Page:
Table Talk

  

Yesterday evening, after dinner, we were all sitting around the table singing songs. Miss C had chosen one which we’d all sung along to, then it was Miss A’s turn. 

She said, in her own words, “dad da rad da reem”.

Now, we are becoming accustomed to her way of speaking now and we understand a lot more each day. I was pretty confident when I guessed that she was trying to say ‘gently down the stream’ and so I began singing ‘row, row, row your boat’. 

We were greeted with a very firm “no”.

It obviously wasn’t ‘row, row, row your boat’. We were pretty surprised but didn’t think much of it. 

Her other favourite at the moment is ‘Humpty Dumpty’ (which sounds nothing like what she said, I know) but we thought we’d give it a go. 

Another very firm “no!”

My husband and I looked at each other. It was time to start randomly guessing other nursery rhymes. We named every one we could think of and none of them were correct. We asked Miss A to sing her choice for us but she didn’t want to. She kept saying, “Mummy do it”. 

We asked her sister if she knew what she was saying, she didn’t and she was throwing out nursery rhyme titles as much as we were. 

“Dad da rad da reem. Mummy do it?”
We were at a loss.
Maybe nursery rhymes were the wrong guesses because it wasn’t actually a nursery rhyme. We began singing songs from cbeebies and Disney, even threw in a hymn, one of Miss C’s favourites. They were all wrong and by this point Miss A was looking sad. Every time she said “dad da rad da reem” and we guessed wrongly, I would reply asking her to sing it, and she would then ask me. 
“No. Mummy do it?”
We were going round in circles.

Miss C suddenly remembered one of their favourites from the car; our wedding song. We had our first dance to ‘Marry you’ by Bruno Mars and the girls love it. They know all the words.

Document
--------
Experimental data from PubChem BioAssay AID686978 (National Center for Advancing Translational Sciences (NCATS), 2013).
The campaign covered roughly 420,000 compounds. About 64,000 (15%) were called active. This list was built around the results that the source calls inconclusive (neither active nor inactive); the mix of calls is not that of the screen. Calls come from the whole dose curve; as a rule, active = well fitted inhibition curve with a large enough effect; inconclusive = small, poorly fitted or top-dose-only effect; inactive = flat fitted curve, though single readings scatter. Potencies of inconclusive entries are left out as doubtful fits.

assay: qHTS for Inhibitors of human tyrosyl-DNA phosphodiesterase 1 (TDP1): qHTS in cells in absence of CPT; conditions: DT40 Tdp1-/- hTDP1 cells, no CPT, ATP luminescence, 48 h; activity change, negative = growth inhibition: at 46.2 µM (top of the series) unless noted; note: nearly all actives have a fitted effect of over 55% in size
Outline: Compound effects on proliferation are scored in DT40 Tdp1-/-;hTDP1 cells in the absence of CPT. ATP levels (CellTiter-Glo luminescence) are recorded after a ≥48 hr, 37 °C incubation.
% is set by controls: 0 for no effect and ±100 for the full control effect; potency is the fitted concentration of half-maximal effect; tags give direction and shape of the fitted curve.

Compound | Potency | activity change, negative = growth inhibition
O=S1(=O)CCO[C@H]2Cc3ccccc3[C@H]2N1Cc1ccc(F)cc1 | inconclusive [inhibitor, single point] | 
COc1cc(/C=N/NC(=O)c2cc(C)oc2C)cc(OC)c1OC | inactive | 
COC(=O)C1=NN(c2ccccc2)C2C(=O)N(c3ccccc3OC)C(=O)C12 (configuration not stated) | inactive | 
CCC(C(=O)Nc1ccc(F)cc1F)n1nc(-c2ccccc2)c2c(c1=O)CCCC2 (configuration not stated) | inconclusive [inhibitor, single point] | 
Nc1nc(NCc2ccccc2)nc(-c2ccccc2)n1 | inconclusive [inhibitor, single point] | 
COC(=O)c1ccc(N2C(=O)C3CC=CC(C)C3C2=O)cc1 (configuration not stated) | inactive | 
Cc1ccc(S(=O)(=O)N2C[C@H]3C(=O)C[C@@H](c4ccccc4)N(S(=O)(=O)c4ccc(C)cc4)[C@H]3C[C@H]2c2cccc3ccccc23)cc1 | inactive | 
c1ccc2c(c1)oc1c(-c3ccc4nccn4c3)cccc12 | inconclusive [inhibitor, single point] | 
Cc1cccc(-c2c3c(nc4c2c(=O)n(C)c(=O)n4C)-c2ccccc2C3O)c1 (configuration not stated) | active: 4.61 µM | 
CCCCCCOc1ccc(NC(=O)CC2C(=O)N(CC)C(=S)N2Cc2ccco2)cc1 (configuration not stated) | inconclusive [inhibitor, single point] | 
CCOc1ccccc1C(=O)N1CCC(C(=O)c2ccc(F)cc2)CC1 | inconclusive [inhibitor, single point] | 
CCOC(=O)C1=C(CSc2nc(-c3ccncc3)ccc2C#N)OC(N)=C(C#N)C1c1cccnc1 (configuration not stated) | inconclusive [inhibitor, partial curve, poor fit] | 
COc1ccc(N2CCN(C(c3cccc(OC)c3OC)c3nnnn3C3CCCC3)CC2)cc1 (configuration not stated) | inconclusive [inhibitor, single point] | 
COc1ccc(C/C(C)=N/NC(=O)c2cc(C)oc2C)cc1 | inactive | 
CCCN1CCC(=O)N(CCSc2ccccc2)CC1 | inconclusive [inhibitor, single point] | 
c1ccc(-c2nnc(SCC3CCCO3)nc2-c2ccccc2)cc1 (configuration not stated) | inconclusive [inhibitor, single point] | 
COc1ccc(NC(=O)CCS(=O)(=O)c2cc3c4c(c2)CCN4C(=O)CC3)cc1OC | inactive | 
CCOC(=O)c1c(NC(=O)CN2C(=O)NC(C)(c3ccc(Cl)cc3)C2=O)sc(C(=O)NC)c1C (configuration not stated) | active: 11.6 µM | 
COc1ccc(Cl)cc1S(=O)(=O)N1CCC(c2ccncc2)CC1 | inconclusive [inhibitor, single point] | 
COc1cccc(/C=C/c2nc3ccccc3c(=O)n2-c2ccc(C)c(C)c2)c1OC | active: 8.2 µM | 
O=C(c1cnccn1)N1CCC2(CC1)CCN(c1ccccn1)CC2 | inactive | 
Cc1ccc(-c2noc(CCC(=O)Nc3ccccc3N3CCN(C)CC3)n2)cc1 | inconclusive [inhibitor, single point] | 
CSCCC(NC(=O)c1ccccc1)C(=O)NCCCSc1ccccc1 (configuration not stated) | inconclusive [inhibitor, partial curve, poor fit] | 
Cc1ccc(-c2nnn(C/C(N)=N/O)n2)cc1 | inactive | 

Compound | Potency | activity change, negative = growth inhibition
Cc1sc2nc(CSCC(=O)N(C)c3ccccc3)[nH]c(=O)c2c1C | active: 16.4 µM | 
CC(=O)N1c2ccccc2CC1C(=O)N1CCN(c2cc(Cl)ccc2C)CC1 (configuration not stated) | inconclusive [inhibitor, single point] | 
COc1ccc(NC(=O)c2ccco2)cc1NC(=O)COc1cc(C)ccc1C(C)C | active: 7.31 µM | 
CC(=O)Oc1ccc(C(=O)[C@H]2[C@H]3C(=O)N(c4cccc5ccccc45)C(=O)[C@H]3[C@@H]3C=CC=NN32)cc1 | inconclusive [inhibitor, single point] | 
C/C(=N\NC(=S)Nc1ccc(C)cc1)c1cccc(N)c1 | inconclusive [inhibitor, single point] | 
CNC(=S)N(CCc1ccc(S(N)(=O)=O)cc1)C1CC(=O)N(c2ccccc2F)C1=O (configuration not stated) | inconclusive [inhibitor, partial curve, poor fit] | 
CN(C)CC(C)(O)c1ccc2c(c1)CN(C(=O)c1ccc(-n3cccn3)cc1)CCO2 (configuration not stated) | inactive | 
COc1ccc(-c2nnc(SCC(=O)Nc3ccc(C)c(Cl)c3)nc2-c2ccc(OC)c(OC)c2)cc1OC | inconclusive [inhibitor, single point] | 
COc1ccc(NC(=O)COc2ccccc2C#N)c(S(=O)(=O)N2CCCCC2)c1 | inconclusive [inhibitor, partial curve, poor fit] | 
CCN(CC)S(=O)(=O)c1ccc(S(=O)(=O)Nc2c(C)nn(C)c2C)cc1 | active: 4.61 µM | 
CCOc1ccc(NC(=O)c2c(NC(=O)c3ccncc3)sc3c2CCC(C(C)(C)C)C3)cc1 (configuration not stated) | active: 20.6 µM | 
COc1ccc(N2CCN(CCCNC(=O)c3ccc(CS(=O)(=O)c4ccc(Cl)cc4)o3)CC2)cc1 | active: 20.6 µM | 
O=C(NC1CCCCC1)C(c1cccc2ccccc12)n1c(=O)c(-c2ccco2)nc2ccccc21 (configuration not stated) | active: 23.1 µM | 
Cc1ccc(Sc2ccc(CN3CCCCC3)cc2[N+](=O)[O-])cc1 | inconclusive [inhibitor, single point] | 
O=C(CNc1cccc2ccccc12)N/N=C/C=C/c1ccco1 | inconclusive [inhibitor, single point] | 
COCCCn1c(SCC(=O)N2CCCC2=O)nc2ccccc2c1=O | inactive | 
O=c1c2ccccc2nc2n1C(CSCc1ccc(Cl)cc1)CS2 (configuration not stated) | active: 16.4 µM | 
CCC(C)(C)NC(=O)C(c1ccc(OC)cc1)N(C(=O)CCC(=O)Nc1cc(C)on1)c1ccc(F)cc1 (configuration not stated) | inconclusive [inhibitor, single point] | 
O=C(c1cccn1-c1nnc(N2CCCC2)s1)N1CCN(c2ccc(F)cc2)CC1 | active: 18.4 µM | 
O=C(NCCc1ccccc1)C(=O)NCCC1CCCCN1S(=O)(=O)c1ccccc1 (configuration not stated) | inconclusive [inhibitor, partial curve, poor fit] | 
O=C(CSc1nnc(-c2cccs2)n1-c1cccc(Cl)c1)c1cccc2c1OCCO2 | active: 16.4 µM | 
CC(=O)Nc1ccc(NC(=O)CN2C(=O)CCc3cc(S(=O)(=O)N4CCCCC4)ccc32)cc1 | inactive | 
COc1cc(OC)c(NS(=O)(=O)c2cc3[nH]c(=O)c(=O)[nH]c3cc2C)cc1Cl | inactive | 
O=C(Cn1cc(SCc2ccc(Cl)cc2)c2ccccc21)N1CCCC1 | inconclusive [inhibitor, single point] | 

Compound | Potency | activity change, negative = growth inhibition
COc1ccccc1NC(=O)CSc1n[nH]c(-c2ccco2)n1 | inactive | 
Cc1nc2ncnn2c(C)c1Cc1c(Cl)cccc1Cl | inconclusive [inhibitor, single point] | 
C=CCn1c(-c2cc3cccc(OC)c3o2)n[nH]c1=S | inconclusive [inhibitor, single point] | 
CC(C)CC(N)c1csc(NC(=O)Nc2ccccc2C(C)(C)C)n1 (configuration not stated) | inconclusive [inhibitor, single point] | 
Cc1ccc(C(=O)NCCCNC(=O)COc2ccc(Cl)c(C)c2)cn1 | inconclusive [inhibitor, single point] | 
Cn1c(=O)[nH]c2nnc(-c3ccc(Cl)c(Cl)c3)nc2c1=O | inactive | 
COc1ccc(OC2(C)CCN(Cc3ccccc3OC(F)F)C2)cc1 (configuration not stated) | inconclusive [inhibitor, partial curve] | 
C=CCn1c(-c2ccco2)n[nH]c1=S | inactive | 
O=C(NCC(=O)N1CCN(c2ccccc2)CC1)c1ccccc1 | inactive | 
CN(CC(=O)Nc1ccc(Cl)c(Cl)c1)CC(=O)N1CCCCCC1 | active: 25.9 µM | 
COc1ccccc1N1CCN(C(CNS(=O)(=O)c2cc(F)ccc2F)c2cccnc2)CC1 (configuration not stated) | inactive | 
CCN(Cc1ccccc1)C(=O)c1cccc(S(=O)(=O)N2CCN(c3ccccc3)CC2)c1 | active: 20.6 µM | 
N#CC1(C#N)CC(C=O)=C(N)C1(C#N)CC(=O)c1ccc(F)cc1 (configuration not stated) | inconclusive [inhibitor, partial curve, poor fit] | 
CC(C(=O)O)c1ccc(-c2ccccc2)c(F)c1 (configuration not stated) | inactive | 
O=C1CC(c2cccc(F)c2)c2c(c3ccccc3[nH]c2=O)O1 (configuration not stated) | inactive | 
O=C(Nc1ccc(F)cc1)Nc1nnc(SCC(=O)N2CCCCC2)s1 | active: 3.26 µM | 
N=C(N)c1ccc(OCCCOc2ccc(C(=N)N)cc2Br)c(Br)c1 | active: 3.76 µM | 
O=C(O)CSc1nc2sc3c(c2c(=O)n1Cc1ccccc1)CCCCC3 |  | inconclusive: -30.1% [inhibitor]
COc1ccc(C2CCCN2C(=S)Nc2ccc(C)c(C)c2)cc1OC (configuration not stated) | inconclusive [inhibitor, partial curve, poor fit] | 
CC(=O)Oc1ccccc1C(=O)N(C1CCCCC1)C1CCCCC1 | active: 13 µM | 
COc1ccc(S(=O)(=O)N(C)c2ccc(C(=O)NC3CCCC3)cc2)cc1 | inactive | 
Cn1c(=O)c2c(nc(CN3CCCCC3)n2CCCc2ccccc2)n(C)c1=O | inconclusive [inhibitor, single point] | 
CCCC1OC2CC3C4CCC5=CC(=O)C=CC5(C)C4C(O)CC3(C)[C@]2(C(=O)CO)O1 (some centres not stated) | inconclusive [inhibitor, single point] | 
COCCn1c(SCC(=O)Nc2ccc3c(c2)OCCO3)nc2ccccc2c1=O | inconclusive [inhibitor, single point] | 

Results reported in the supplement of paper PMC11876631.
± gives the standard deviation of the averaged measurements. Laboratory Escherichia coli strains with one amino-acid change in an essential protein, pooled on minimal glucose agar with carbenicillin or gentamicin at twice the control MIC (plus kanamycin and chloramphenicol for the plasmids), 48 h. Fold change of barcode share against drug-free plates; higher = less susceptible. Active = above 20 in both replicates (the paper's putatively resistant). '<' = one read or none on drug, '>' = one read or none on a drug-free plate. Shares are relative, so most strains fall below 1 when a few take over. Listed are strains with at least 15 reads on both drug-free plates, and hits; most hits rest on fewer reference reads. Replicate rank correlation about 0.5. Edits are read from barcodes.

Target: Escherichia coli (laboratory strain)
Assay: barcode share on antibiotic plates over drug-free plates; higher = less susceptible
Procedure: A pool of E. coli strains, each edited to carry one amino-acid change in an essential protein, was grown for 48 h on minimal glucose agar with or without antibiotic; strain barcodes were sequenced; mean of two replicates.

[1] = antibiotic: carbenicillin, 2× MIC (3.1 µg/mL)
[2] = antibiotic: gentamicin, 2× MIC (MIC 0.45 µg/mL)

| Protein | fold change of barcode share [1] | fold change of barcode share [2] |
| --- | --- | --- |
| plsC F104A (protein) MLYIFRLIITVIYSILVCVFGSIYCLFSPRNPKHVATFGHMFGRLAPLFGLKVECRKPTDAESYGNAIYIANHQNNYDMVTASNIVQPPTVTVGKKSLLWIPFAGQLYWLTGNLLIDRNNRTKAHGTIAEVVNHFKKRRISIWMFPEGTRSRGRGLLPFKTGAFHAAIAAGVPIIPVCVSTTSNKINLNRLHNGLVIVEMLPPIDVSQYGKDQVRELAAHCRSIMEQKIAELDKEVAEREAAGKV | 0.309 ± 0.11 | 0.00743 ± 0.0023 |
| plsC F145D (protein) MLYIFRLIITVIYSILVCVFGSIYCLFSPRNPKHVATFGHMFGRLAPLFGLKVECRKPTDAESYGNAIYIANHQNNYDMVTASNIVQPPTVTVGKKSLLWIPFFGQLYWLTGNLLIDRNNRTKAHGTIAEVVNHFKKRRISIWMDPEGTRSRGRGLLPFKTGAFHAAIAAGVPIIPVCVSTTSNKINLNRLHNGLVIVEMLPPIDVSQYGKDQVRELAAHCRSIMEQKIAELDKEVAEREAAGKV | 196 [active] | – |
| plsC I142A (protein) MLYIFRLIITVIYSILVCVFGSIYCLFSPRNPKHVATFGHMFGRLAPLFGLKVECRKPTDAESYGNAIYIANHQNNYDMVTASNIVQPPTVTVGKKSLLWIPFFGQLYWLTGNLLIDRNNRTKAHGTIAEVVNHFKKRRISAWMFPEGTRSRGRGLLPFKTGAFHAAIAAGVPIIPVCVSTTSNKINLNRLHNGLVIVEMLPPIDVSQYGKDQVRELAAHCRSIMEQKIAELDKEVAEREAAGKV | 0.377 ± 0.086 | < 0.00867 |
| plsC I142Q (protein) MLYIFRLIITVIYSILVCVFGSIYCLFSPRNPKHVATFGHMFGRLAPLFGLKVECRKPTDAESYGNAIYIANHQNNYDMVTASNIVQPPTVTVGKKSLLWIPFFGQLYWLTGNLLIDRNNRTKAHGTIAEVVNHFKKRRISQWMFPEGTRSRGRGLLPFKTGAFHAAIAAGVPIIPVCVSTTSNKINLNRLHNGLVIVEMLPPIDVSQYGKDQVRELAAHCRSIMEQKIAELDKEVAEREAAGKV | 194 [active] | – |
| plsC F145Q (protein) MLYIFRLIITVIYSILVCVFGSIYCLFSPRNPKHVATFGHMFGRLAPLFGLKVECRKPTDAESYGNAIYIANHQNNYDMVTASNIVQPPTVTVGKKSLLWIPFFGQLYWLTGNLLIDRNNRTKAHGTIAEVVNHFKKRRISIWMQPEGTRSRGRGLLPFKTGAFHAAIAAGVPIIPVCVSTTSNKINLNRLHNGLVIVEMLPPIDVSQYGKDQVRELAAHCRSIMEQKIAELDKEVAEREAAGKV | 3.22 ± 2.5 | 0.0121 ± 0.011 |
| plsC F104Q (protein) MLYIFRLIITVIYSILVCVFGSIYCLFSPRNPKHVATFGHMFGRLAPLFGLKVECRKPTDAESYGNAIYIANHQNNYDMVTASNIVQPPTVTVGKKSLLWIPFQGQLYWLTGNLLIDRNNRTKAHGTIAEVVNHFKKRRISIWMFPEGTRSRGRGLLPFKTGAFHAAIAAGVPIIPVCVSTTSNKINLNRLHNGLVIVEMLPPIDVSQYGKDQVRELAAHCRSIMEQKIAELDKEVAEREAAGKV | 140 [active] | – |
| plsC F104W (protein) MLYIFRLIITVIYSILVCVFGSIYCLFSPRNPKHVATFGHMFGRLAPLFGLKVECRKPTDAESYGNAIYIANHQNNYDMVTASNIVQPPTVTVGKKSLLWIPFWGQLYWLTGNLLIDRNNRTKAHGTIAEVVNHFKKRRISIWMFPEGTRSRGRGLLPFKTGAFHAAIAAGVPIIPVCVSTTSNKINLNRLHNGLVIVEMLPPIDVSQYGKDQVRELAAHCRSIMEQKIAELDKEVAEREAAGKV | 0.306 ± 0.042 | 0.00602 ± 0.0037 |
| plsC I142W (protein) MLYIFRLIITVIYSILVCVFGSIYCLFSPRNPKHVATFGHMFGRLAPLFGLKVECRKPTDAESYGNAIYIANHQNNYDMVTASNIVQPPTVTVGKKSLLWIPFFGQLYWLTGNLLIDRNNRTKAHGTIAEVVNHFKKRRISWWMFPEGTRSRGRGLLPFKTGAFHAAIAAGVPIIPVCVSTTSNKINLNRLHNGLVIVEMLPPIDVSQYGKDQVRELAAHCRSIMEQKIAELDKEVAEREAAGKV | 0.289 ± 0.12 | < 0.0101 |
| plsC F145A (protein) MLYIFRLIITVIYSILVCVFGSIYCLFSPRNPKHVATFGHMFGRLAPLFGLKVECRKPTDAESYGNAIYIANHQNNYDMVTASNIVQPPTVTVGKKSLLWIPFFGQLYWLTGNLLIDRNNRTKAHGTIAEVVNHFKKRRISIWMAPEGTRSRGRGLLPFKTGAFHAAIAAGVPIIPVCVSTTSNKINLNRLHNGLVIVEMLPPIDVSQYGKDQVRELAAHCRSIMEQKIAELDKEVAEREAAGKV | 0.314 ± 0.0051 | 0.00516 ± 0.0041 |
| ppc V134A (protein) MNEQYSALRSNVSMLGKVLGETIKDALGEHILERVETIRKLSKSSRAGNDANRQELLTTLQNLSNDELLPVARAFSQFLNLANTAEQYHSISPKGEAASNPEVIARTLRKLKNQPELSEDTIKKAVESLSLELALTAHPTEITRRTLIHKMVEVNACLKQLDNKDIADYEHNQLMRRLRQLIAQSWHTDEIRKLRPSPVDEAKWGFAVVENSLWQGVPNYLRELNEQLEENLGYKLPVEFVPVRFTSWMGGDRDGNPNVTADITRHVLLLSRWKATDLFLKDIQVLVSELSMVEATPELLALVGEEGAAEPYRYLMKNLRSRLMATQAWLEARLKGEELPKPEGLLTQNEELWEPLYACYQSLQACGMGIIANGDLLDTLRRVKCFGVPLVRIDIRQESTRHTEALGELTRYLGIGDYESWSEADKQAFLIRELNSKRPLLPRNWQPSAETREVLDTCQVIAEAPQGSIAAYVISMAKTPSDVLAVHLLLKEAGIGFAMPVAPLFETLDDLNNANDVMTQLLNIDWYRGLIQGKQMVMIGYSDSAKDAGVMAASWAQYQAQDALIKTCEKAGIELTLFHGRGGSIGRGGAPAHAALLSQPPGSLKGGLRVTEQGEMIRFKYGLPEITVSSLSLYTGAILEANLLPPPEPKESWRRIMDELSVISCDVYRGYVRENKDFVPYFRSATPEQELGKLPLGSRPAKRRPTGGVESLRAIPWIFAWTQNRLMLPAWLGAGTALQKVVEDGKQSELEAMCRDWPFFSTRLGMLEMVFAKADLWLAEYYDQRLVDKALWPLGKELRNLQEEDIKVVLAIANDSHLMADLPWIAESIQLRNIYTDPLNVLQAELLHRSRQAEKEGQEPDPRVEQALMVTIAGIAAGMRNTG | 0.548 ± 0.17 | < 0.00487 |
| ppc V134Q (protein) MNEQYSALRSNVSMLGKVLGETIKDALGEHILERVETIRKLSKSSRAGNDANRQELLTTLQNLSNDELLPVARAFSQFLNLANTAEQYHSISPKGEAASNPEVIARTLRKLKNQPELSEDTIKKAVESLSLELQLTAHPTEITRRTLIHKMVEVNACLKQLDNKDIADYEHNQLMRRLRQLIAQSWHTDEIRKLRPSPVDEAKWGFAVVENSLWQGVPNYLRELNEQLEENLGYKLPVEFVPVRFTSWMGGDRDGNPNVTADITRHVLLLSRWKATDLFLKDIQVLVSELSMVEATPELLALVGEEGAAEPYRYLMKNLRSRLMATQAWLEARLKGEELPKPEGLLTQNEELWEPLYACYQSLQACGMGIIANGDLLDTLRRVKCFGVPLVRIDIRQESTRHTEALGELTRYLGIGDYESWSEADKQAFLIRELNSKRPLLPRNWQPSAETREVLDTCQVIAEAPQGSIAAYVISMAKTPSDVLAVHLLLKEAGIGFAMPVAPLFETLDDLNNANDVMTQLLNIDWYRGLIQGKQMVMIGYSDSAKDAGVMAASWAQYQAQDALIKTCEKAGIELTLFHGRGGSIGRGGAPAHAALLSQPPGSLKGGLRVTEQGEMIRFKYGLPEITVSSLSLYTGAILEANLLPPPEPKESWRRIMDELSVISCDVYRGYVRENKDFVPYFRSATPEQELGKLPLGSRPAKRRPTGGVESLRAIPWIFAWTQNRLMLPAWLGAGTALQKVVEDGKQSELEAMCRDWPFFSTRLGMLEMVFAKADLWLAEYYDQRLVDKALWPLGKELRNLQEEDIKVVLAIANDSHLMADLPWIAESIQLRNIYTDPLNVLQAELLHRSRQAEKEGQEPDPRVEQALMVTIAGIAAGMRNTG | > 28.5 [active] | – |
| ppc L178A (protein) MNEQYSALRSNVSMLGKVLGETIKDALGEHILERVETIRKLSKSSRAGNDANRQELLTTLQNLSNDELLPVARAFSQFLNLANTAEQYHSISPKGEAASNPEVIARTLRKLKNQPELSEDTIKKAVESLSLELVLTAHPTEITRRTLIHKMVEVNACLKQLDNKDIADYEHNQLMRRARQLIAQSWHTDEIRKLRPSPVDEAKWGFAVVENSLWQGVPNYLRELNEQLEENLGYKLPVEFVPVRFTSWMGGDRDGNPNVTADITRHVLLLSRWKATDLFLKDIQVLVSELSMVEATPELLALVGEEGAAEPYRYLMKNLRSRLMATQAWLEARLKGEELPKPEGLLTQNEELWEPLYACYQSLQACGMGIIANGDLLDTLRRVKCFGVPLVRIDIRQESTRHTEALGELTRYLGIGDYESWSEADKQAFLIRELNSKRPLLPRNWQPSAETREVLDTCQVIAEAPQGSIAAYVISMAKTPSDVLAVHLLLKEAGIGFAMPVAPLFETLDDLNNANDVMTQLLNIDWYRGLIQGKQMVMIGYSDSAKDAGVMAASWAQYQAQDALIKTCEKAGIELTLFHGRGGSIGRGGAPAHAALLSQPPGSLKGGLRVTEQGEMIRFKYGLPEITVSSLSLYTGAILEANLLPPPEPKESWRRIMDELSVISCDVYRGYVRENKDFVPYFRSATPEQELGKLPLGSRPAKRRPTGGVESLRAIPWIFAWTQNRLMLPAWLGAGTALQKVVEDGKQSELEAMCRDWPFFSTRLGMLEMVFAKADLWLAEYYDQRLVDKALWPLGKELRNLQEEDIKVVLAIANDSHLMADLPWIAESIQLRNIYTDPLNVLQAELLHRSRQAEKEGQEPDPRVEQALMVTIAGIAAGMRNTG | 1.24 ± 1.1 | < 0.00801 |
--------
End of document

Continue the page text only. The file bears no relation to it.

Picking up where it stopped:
Unfortunately, that wasn’t correct either. Miss C began singing it anyway, Miss A told her to stop, we were all giggling and then our little one crossed her arms, put her chin right down on her chest and sulked. She looked so fed up our hearts really went out to her. 

If only she could say the title correctly, if only we understood. She was now saying “dad da rad da reem” with such desperation and it was really frustrating for everyone involved.

My husband then asked what other songs we’ve had in the car recently. ‘I wanna hold your hand’ was mentioned and that’s when it clicked. That’s when I knew it and when I said it aloud, that’s when the smile appeared back on our little girl’s face.

She was asking for ‘Yellow Submarine’

Of course she was! It all made sense now. Even worse was the fact that about a minute before this whole thing started, Miss C was talking about our new bath toy, which is, in fact, a yellow submarine. And yet it took us at least ten minutes and a lot of ‘No’s’ to finally get it.

  

I am so glad she persevered and forced us to listen. I’m more glad that we did work out what she was so desperately trying to say.

Of course what followed was a rousing rendition of ‘yellow submarine’ around the dinner table, quite a few times in fact. 

And the happiest and most relieved singer of all was joining in loudly with her favourite part; the “dad da rad da reem”.
  

Let’s Play

I had tidied up. I had set out the toys. I had made their garden nice, enticing even. 

It looked appealing and, of course, they wanted to play.